View Full Version : Latest AVCHD Transcoding solutions - how are you doing it?
June 9th, 2012, 02:13 PM
I'm interested to know how other pro users amongst us are tackling their AVCHD workflow and if anyone is successfully using any kind of hardware acceleration. At the moment, we still transcode to ProRes for several reasons - it's easier on our quad core i7 processors, it "front loads" the transcoding burden to the start of a project, rather than leaving it to the end of a project (a la Premiere Pro) and it gives us a resilient archive "mezzanine" format which will cut with anything else from our recent archive. We're cutting with Final Cut Studio 2/3. So far, our workflows have been based on the 2 following software transcoders:
1) Apple Compressor - desperately slow to load the AVCHD files. On a recent 2 camera event job, it was taking a couple of hours to load the 4GB AVCHDs and was crashing if we loaded up too many files.
2) 5DtoRGB Batch - another nightmare. "Known" bugs include the first file in the batch hanging 2 frames before completion. It didn't say that on the App Store. I got my money refunded.
Anyone got any suggestions for another proven workflow that will happily take a batch of large-ish AVCHD files and reliably transcode them overnight to ProRes 422?
Google searches suggest nothing has really progressed further than 2009 and that it's a bit of an "elephant in the room."
Thanks in advance,
June 10th, 2012, 10:43 AM
I convert AVCHD footage from my GH2 cameras to ProRes using two methods. (Not sure if the file format layout is the same for the AF100, haven't used one yet.)
Use ClipWrap ( ClipWrap: Easy AVCHD and HDV conversion for the Mac (http://www.divergentmedia.com/clipwrap) ) to convert the camera's original AVCHD .MTS files to .MOV H264 files.
ClipWrap re-wraps the files to achieve this, there is no transcoding or compression being done, so no quality loss. ClipWrap also has the ability to work in batches (drag & drop multiple files) and select an output directory. But the best feature is the ability to link multiple AVCHD clips together so that they are output as as single file. So if you record very long scenes (hours-long meetings/presentations, for example), you don't have to sync up all the individual clip files on your timeline.
After ClipWrap has produced the .MOV files, you can then use Compressor to convert them to ProRes or other formats. If you're using a true progressive mode (the GH2's 24P mode, for example), this doesn't take too terribly long, especially if you use QMaster with Compressor. But if you need to extract a progressive frame which was recorded in the original file as two interlaced fields (the GH2 records its high-quality 30P mode into a pseudo-"interlaced" stream), you need to use the Frame Controls in Compressor and it really bogs down.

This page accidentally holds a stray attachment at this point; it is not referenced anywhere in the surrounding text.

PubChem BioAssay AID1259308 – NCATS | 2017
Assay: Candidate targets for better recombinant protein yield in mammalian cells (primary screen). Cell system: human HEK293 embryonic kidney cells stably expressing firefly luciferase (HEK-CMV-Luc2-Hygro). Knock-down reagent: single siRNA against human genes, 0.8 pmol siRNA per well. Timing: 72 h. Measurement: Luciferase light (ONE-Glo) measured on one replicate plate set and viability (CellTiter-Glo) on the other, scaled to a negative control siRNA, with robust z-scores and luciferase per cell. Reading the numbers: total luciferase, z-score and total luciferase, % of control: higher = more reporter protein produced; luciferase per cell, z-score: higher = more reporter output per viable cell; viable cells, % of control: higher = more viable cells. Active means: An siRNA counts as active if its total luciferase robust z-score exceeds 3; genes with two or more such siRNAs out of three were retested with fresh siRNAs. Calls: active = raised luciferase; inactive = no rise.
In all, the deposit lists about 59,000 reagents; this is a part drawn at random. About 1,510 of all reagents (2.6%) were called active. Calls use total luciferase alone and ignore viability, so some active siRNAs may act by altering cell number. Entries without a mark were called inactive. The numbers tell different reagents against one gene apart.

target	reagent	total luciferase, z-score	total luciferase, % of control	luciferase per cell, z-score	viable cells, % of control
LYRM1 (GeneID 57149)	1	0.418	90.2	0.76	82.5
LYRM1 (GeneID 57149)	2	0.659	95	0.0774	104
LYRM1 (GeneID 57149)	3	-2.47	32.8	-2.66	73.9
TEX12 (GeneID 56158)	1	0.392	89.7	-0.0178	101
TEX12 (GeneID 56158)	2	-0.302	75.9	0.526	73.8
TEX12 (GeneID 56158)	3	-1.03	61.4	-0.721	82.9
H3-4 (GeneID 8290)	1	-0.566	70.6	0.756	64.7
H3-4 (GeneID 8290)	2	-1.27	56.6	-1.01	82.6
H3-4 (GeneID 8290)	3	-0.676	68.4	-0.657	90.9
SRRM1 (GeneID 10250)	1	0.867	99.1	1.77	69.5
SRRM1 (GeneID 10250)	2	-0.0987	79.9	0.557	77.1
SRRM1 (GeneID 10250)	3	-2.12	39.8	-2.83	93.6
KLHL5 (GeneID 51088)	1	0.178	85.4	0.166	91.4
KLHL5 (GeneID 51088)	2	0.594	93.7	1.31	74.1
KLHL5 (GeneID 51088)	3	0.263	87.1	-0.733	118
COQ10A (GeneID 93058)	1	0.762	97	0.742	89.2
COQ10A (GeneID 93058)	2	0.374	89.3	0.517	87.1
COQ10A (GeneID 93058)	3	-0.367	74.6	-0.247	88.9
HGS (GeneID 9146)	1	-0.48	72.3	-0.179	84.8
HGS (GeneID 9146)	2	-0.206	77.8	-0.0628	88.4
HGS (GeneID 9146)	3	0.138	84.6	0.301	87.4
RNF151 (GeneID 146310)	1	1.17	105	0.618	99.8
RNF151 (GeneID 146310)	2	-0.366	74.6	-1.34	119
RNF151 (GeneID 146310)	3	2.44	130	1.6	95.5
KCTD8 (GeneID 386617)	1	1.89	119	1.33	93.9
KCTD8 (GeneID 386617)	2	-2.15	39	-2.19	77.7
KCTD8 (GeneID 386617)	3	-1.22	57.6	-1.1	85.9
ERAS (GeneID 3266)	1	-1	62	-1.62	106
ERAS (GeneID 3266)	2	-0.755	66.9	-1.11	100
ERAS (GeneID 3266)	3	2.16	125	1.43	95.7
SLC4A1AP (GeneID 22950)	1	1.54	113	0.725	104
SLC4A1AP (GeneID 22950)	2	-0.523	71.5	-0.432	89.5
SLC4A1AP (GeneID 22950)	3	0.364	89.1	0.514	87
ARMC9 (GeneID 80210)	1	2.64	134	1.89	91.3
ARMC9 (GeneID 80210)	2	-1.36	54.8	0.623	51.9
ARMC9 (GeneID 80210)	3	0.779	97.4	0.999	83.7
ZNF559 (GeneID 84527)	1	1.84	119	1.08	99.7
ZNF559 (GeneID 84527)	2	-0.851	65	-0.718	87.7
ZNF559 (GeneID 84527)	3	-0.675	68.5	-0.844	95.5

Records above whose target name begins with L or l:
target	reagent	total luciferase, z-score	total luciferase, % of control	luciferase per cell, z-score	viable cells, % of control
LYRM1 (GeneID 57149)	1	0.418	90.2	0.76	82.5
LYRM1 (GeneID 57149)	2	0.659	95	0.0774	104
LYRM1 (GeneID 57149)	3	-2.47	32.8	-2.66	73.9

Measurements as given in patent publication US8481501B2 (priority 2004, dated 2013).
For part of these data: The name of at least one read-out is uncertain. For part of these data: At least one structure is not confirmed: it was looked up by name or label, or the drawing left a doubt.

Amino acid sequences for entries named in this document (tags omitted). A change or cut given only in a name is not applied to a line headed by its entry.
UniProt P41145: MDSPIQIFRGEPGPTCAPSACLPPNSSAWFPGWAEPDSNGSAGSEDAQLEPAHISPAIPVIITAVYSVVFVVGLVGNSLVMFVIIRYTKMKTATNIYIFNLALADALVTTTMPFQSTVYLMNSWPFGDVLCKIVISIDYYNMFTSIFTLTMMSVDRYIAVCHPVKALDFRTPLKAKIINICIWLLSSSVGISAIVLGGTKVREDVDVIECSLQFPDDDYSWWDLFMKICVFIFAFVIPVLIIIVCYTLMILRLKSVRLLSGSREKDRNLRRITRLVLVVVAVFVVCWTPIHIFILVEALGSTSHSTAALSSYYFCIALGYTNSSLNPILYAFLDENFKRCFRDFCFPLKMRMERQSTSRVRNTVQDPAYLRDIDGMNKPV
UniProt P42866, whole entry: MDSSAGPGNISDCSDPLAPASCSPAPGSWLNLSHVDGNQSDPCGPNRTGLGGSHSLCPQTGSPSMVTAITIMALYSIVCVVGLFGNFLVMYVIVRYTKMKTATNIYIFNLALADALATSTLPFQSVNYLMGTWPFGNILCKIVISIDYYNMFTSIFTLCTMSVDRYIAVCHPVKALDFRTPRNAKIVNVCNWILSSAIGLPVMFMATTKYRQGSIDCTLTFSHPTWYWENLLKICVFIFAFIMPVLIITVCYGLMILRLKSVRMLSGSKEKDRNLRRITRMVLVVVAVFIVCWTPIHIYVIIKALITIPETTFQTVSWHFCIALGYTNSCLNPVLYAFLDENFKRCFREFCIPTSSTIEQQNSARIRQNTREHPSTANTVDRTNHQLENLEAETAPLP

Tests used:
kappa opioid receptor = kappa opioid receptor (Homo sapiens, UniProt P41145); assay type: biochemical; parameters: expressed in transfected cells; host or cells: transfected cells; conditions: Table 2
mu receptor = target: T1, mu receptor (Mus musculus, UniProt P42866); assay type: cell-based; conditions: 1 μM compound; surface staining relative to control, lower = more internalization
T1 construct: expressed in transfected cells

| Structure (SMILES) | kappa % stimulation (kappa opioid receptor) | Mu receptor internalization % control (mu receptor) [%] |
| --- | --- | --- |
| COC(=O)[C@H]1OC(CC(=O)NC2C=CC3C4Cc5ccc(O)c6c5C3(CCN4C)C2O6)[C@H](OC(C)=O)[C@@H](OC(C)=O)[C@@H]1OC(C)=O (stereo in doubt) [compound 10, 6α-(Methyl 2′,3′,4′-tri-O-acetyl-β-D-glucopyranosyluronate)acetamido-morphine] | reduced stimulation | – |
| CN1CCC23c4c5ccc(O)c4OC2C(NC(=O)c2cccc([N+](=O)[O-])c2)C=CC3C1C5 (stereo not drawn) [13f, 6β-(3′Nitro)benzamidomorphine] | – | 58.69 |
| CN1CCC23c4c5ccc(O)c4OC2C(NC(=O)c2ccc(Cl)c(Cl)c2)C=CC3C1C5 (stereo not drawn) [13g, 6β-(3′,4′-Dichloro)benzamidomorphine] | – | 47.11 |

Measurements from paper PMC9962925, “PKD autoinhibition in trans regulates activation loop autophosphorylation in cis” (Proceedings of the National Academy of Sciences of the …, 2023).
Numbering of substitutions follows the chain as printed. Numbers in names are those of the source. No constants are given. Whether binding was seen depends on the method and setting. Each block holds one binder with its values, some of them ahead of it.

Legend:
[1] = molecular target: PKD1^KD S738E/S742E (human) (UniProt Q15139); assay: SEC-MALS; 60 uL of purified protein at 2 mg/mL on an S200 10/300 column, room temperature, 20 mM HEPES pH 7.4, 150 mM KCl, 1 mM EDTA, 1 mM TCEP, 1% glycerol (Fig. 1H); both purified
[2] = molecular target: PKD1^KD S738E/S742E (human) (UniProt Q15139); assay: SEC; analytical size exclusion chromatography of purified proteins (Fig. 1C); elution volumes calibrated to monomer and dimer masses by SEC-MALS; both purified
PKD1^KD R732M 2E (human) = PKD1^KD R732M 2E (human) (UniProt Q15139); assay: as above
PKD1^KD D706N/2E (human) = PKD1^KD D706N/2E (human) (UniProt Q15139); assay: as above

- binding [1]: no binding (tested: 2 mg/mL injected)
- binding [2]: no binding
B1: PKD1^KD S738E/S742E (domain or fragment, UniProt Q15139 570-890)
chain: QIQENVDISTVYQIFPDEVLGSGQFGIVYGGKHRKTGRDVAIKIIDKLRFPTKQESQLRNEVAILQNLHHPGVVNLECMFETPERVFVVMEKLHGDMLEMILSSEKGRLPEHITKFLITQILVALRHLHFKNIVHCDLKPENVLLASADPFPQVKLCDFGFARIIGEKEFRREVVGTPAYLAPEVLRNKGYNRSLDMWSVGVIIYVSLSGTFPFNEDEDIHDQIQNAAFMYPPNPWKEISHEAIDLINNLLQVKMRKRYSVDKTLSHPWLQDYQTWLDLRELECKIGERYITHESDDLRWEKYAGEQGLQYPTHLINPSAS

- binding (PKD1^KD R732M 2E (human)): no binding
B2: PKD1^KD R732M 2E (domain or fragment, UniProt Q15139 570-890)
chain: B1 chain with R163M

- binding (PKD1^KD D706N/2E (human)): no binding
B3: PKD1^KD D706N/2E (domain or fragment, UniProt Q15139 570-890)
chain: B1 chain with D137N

Occasionally compressor has thrown random errors when compressing very long files but reattempts (sometimes after shutting down QMaster and compressing the problem files individually) have been successful.
For cinematic work with short clips where I want more direct control over gamma settings and curves, I use 5dtoRGB, but it has problems like you mentioned.
I edit in Final Cut Pro 7, I have not yet tried to come up with a workflow for Pemiere or FCP-X.
June 10th, 2012, 10:56 AM
PS... ClipWrap also has the built-in ability to transcode to ProRes and a few other formats. I found it too slow a few years ago, but ClipWrap has gone through a few update cycles. Because I have an 8-Core machine, it is generally advantageous to use QMaster via Compressor to take advantage of them all. But if you want a single-program "set it and forget it" solution where you can walk away from the computer, it might be worth a try.
June 10th, 2012, 04:55 PM
I'm actually using FCP X to transcode both my AF-102 and GoPro footage to ProRes. So far it's been working just fine - select optimize media when importing.
Editing on FCP 7 and a bit on FCP X (starting to like X for quick & easy jobs)
June 11th, 2012, 03:31 PM
Thanks for the suggestions, chaps.
I gave Clipwrap a spin today and, based very unscientifically on just transcoding one minute's worth in the demo version, it seemed much quicker and certainly didn't have the huge start-up delay we have been experiencing with Compressor.
We've got FCP X as well, so will have to be dragged kicking and screaming towards using it more often, I guess.
June 11th, 2012, 04:36 PM
If your using FCP7 you can just set up a log and transfer queue and walk away from it? Just a suggestion, not sure what NLE you are using...
A. J. deLange
August 6th, 2012, 04:28 PM
I avoid the problem by recording SDI to a recorder which does the conversion to ProRes on the fly. The result is a Quicktime file which is on a hard disk and ready to edit. All that needs to be done is copy it to whatever disk you want to keep it on.
PS: I'm not a pro so you can discount this method entirely if you like.
August 13th, 2012, 08:25 AM
I actually don't convert to ProRes in FCPX, I just edit away after importing. It works great on a fast iMac with lots of RAM and a fast TB RAID. I see no advantage in converting to ProRes it just takes up more space, now ona slower mac I would probably use optimized and on a my old 2009 MBP I use proxy, it runs pretty well that way with only 4GB RAM.
If I get MTS files w/o the proper structure then ClipWrap is a must.